File Name: tragedy at devils holow and other ky ghost stories .zip
Eliot, the winner of the Nobel Prize in Literature, is one of the giants of modern literature, highly distinguished as a poet, literary critic, dramatist, and editor and publisher. In these college poems, Eliot articulated distinctly modern themes in forms that were both a striking development of and a marked departure from those of 19th-century poetry.
Young Goodman Brown. Plot Summary. Sinners Family and Individual Choice. LitCharts Teacher Editions. Teach your students to analyze literature like LitCharts does. Detailed explanations, analysis, and citation info for every important quote on LitCharts. The original text plus a side-by-side modern translation of every Shakespeare play. Sign Up. Already have an account? Sign in. From the creators of SparkNotes, something better.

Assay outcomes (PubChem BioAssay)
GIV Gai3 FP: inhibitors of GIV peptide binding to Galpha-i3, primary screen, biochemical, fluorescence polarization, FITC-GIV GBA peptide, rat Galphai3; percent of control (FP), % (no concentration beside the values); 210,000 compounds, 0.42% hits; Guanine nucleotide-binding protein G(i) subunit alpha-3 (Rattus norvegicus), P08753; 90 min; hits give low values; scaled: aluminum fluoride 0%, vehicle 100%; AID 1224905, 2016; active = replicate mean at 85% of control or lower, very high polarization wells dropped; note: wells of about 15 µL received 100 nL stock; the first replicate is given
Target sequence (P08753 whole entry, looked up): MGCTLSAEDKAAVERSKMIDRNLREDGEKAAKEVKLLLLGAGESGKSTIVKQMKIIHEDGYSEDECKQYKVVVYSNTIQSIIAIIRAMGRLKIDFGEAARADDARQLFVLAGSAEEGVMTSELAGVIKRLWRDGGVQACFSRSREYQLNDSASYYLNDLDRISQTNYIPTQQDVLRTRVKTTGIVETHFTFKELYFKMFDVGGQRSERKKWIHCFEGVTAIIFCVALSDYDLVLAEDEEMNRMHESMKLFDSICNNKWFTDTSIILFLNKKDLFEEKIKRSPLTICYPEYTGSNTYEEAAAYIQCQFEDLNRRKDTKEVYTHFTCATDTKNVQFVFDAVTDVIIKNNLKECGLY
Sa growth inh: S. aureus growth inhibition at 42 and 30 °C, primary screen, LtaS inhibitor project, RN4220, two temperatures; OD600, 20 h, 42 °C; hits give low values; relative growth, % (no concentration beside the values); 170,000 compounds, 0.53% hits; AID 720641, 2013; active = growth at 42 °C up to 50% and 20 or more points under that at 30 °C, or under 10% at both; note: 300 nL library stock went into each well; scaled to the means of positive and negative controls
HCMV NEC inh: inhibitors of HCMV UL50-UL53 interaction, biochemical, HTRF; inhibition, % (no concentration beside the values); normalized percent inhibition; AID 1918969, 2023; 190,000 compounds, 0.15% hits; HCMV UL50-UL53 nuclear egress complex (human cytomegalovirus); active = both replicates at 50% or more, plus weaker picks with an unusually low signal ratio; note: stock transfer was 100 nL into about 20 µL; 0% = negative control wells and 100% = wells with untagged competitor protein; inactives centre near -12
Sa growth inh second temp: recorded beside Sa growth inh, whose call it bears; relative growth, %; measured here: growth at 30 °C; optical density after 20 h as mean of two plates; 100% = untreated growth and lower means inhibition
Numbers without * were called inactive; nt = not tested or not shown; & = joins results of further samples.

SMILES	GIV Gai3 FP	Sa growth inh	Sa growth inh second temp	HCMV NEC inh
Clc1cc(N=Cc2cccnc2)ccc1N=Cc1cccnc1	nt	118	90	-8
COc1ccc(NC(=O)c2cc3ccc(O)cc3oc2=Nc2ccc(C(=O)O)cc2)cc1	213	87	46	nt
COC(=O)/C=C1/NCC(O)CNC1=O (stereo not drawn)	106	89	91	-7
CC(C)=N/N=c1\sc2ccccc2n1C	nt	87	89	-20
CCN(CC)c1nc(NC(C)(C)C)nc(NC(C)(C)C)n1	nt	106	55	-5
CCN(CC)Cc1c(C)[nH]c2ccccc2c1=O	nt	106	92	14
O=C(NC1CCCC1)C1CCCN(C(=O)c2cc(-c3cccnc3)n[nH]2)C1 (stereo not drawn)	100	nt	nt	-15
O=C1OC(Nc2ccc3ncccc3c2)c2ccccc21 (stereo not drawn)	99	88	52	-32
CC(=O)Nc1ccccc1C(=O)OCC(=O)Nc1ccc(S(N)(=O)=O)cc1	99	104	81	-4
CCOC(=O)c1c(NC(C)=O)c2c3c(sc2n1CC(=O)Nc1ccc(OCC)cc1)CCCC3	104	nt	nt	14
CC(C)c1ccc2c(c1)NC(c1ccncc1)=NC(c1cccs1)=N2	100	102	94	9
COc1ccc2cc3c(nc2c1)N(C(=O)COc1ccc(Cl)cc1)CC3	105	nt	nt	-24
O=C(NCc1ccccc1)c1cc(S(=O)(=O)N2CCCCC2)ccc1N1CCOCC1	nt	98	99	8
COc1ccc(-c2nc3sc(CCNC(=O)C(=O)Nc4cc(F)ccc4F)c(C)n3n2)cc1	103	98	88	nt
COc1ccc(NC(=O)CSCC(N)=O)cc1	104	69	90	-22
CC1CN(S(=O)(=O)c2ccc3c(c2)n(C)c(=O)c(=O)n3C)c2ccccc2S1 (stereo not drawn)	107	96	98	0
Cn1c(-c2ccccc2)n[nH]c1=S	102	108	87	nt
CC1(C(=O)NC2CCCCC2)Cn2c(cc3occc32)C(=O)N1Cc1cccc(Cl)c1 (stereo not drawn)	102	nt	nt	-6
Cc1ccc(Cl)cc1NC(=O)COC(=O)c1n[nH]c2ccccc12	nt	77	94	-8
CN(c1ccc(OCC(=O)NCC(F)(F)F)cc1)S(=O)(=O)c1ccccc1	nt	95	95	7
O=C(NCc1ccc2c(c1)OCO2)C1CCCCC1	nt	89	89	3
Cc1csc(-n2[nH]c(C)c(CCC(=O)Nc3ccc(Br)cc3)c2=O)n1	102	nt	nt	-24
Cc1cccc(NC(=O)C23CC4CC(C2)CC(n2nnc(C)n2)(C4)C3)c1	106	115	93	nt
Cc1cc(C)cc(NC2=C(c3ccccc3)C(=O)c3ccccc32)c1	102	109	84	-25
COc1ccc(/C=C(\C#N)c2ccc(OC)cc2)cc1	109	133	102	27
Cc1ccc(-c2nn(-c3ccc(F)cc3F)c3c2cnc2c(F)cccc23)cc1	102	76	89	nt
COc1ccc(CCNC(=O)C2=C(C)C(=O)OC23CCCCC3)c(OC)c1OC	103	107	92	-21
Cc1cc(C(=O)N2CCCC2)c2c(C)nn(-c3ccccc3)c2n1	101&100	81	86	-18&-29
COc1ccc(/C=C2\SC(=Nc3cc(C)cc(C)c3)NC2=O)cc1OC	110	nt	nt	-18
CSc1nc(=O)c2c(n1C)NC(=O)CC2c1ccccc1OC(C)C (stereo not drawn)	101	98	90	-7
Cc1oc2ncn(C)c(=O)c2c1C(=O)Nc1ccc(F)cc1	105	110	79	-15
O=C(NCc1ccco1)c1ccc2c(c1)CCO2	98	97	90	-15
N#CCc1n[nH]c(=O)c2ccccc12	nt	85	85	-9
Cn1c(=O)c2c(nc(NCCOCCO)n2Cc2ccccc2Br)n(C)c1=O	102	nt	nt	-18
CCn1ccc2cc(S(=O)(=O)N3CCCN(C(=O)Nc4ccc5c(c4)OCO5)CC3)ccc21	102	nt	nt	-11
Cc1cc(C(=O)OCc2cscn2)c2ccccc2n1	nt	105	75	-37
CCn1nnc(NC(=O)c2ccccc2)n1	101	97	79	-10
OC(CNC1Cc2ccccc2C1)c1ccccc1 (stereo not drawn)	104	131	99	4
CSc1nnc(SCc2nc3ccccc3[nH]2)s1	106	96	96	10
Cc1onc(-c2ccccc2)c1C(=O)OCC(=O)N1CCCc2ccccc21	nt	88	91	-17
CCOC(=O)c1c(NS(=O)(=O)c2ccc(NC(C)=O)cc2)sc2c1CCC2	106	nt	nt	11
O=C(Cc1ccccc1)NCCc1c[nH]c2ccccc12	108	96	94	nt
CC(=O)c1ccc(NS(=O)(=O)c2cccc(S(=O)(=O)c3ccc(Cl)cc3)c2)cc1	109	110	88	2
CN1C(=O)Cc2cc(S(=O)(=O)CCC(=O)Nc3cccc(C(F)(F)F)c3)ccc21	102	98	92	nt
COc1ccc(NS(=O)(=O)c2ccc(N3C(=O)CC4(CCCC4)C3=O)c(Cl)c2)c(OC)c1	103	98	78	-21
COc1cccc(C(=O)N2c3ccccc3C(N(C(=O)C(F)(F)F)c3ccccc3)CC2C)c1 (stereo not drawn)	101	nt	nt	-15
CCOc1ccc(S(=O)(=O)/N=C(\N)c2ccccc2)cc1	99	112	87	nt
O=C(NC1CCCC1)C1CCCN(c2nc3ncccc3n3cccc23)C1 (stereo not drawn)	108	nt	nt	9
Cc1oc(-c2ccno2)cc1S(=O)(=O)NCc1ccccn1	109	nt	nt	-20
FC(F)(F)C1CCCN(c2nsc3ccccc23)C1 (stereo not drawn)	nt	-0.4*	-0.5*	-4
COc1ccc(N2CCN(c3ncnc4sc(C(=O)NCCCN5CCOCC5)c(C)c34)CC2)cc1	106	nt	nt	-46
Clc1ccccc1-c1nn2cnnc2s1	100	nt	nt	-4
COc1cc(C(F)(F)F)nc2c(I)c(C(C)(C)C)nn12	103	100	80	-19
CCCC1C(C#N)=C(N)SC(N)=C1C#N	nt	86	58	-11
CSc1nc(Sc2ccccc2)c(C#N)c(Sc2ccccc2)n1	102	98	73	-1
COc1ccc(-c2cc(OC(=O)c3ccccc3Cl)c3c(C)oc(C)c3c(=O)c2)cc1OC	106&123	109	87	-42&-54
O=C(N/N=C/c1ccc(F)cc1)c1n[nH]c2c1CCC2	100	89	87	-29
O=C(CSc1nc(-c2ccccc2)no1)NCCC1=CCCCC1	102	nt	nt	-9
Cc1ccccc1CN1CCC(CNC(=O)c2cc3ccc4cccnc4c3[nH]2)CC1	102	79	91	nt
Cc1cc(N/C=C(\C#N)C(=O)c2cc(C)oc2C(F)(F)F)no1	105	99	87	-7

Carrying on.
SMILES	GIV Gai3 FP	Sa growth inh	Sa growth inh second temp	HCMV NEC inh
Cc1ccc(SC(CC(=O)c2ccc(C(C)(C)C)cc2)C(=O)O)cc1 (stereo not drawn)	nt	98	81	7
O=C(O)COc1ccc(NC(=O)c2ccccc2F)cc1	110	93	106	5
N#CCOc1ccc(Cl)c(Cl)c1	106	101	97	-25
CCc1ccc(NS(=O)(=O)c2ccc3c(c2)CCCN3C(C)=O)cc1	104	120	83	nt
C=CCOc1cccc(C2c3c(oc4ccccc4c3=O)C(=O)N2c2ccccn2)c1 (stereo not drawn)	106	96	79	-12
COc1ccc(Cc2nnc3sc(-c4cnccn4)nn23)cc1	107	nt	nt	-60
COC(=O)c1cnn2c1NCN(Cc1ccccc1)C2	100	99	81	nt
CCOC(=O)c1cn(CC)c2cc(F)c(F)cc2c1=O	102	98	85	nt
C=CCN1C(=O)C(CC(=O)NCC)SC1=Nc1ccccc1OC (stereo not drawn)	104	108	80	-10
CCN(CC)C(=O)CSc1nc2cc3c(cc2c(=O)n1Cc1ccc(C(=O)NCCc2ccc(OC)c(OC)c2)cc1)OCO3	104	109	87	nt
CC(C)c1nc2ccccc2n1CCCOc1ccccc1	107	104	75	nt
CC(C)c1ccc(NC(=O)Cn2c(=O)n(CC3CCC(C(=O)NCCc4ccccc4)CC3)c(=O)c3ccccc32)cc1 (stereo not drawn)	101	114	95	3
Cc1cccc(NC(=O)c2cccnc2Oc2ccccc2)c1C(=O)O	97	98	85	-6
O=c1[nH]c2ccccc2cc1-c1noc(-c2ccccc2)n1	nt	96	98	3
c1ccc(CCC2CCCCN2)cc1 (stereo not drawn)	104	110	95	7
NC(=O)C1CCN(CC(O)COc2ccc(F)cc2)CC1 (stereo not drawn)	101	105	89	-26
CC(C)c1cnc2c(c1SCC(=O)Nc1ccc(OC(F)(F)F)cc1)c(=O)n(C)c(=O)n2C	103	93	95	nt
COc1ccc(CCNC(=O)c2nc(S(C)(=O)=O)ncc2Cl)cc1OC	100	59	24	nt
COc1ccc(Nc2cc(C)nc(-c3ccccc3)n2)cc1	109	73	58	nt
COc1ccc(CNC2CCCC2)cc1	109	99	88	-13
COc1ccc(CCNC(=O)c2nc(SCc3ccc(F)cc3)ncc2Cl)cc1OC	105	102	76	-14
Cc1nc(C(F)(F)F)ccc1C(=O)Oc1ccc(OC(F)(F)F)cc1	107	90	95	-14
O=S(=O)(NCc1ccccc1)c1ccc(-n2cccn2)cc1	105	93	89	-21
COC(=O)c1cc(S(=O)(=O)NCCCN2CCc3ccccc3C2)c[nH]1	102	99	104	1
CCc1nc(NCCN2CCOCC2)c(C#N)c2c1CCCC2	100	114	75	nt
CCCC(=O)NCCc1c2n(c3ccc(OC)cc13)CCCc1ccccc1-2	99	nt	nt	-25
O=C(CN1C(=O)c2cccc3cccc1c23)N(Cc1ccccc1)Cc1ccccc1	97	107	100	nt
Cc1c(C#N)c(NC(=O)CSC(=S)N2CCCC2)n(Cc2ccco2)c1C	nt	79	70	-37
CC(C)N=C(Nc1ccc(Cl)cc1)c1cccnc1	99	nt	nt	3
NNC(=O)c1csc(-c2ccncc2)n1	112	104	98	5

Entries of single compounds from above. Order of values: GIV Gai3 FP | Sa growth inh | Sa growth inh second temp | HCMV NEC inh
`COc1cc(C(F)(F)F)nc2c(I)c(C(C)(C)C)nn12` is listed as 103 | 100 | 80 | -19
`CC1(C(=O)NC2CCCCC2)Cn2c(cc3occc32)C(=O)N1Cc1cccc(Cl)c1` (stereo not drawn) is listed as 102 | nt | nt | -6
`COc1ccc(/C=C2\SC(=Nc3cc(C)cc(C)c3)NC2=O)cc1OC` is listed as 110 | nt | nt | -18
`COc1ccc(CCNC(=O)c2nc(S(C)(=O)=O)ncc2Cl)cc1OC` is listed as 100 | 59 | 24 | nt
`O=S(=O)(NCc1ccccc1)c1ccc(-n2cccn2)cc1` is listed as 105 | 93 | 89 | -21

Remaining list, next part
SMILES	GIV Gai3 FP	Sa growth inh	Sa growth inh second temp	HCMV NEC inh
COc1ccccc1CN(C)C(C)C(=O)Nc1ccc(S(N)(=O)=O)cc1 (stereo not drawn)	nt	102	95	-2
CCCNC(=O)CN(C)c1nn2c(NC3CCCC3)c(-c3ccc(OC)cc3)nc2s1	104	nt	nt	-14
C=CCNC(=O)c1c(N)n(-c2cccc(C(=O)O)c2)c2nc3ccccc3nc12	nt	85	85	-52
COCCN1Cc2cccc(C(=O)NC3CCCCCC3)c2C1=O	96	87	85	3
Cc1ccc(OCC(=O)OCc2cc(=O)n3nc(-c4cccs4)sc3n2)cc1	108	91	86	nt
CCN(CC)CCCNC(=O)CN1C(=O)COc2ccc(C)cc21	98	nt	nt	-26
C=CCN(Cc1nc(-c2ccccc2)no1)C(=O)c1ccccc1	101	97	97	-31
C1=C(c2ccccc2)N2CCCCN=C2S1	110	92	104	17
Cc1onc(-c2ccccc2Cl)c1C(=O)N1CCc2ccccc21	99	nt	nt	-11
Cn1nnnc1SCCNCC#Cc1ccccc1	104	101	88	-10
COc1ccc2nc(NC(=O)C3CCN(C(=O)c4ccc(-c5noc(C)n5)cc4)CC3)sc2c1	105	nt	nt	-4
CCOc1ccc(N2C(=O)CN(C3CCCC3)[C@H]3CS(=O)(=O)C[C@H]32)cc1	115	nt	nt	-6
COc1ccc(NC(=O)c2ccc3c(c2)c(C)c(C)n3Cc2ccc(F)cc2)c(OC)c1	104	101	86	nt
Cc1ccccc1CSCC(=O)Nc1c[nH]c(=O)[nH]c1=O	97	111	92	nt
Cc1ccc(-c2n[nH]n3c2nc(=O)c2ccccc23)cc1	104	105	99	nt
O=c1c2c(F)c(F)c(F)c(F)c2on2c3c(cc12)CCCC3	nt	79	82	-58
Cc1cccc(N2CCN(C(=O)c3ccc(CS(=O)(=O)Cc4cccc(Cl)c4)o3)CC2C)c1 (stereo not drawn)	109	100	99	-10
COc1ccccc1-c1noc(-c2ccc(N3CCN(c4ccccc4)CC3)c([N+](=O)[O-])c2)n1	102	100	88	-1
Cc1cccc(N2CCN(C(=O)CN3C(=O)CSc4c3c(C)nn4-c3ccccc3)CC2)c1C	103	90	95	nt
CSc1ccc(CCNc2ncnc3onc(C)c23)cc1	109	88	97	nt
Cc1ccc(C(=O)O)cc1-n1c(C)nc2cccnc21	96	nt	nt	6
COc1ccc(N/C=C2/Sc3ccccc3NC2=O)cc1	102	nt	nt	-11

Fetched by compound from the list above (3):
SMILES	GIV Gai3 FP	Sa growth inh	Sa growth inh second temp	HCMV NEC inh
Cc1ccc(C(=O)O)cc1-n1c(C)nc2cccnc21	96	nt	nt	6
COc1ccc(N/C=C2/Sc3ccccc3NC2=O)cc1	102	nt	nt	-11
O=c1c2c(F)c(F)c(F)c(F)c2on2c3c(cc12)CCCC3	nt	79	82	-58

Sign In Sign Up. Literature Poetry Lit Terms Shakescleare. Download this LitChart! Teachers and parents! Struggling with distance learning? Themes All Themes. Symbols All Symbols.
Theme Wheel. Everything you need for every book you read. The way the content is organized and presented is seamlessly smooth, innovative, and comprehensive. LitCharts assigns a color and icon to each theme in Young Goodman Brown , which you can use to track the themes throughout the work. At sunset in the town of Salem, Massachusetts, a man named Goodman Brown has just stepped over the threshold of the front door of his house.
Faith is wearing a cap adorned with pink ribbons that flutter in the wind. Hawthorne creates a stark contrast between the seemingly perfect young newlyweds and their sinister setting, Salem at nightfall. Active Themes. The Hypocrisy of Puritanism.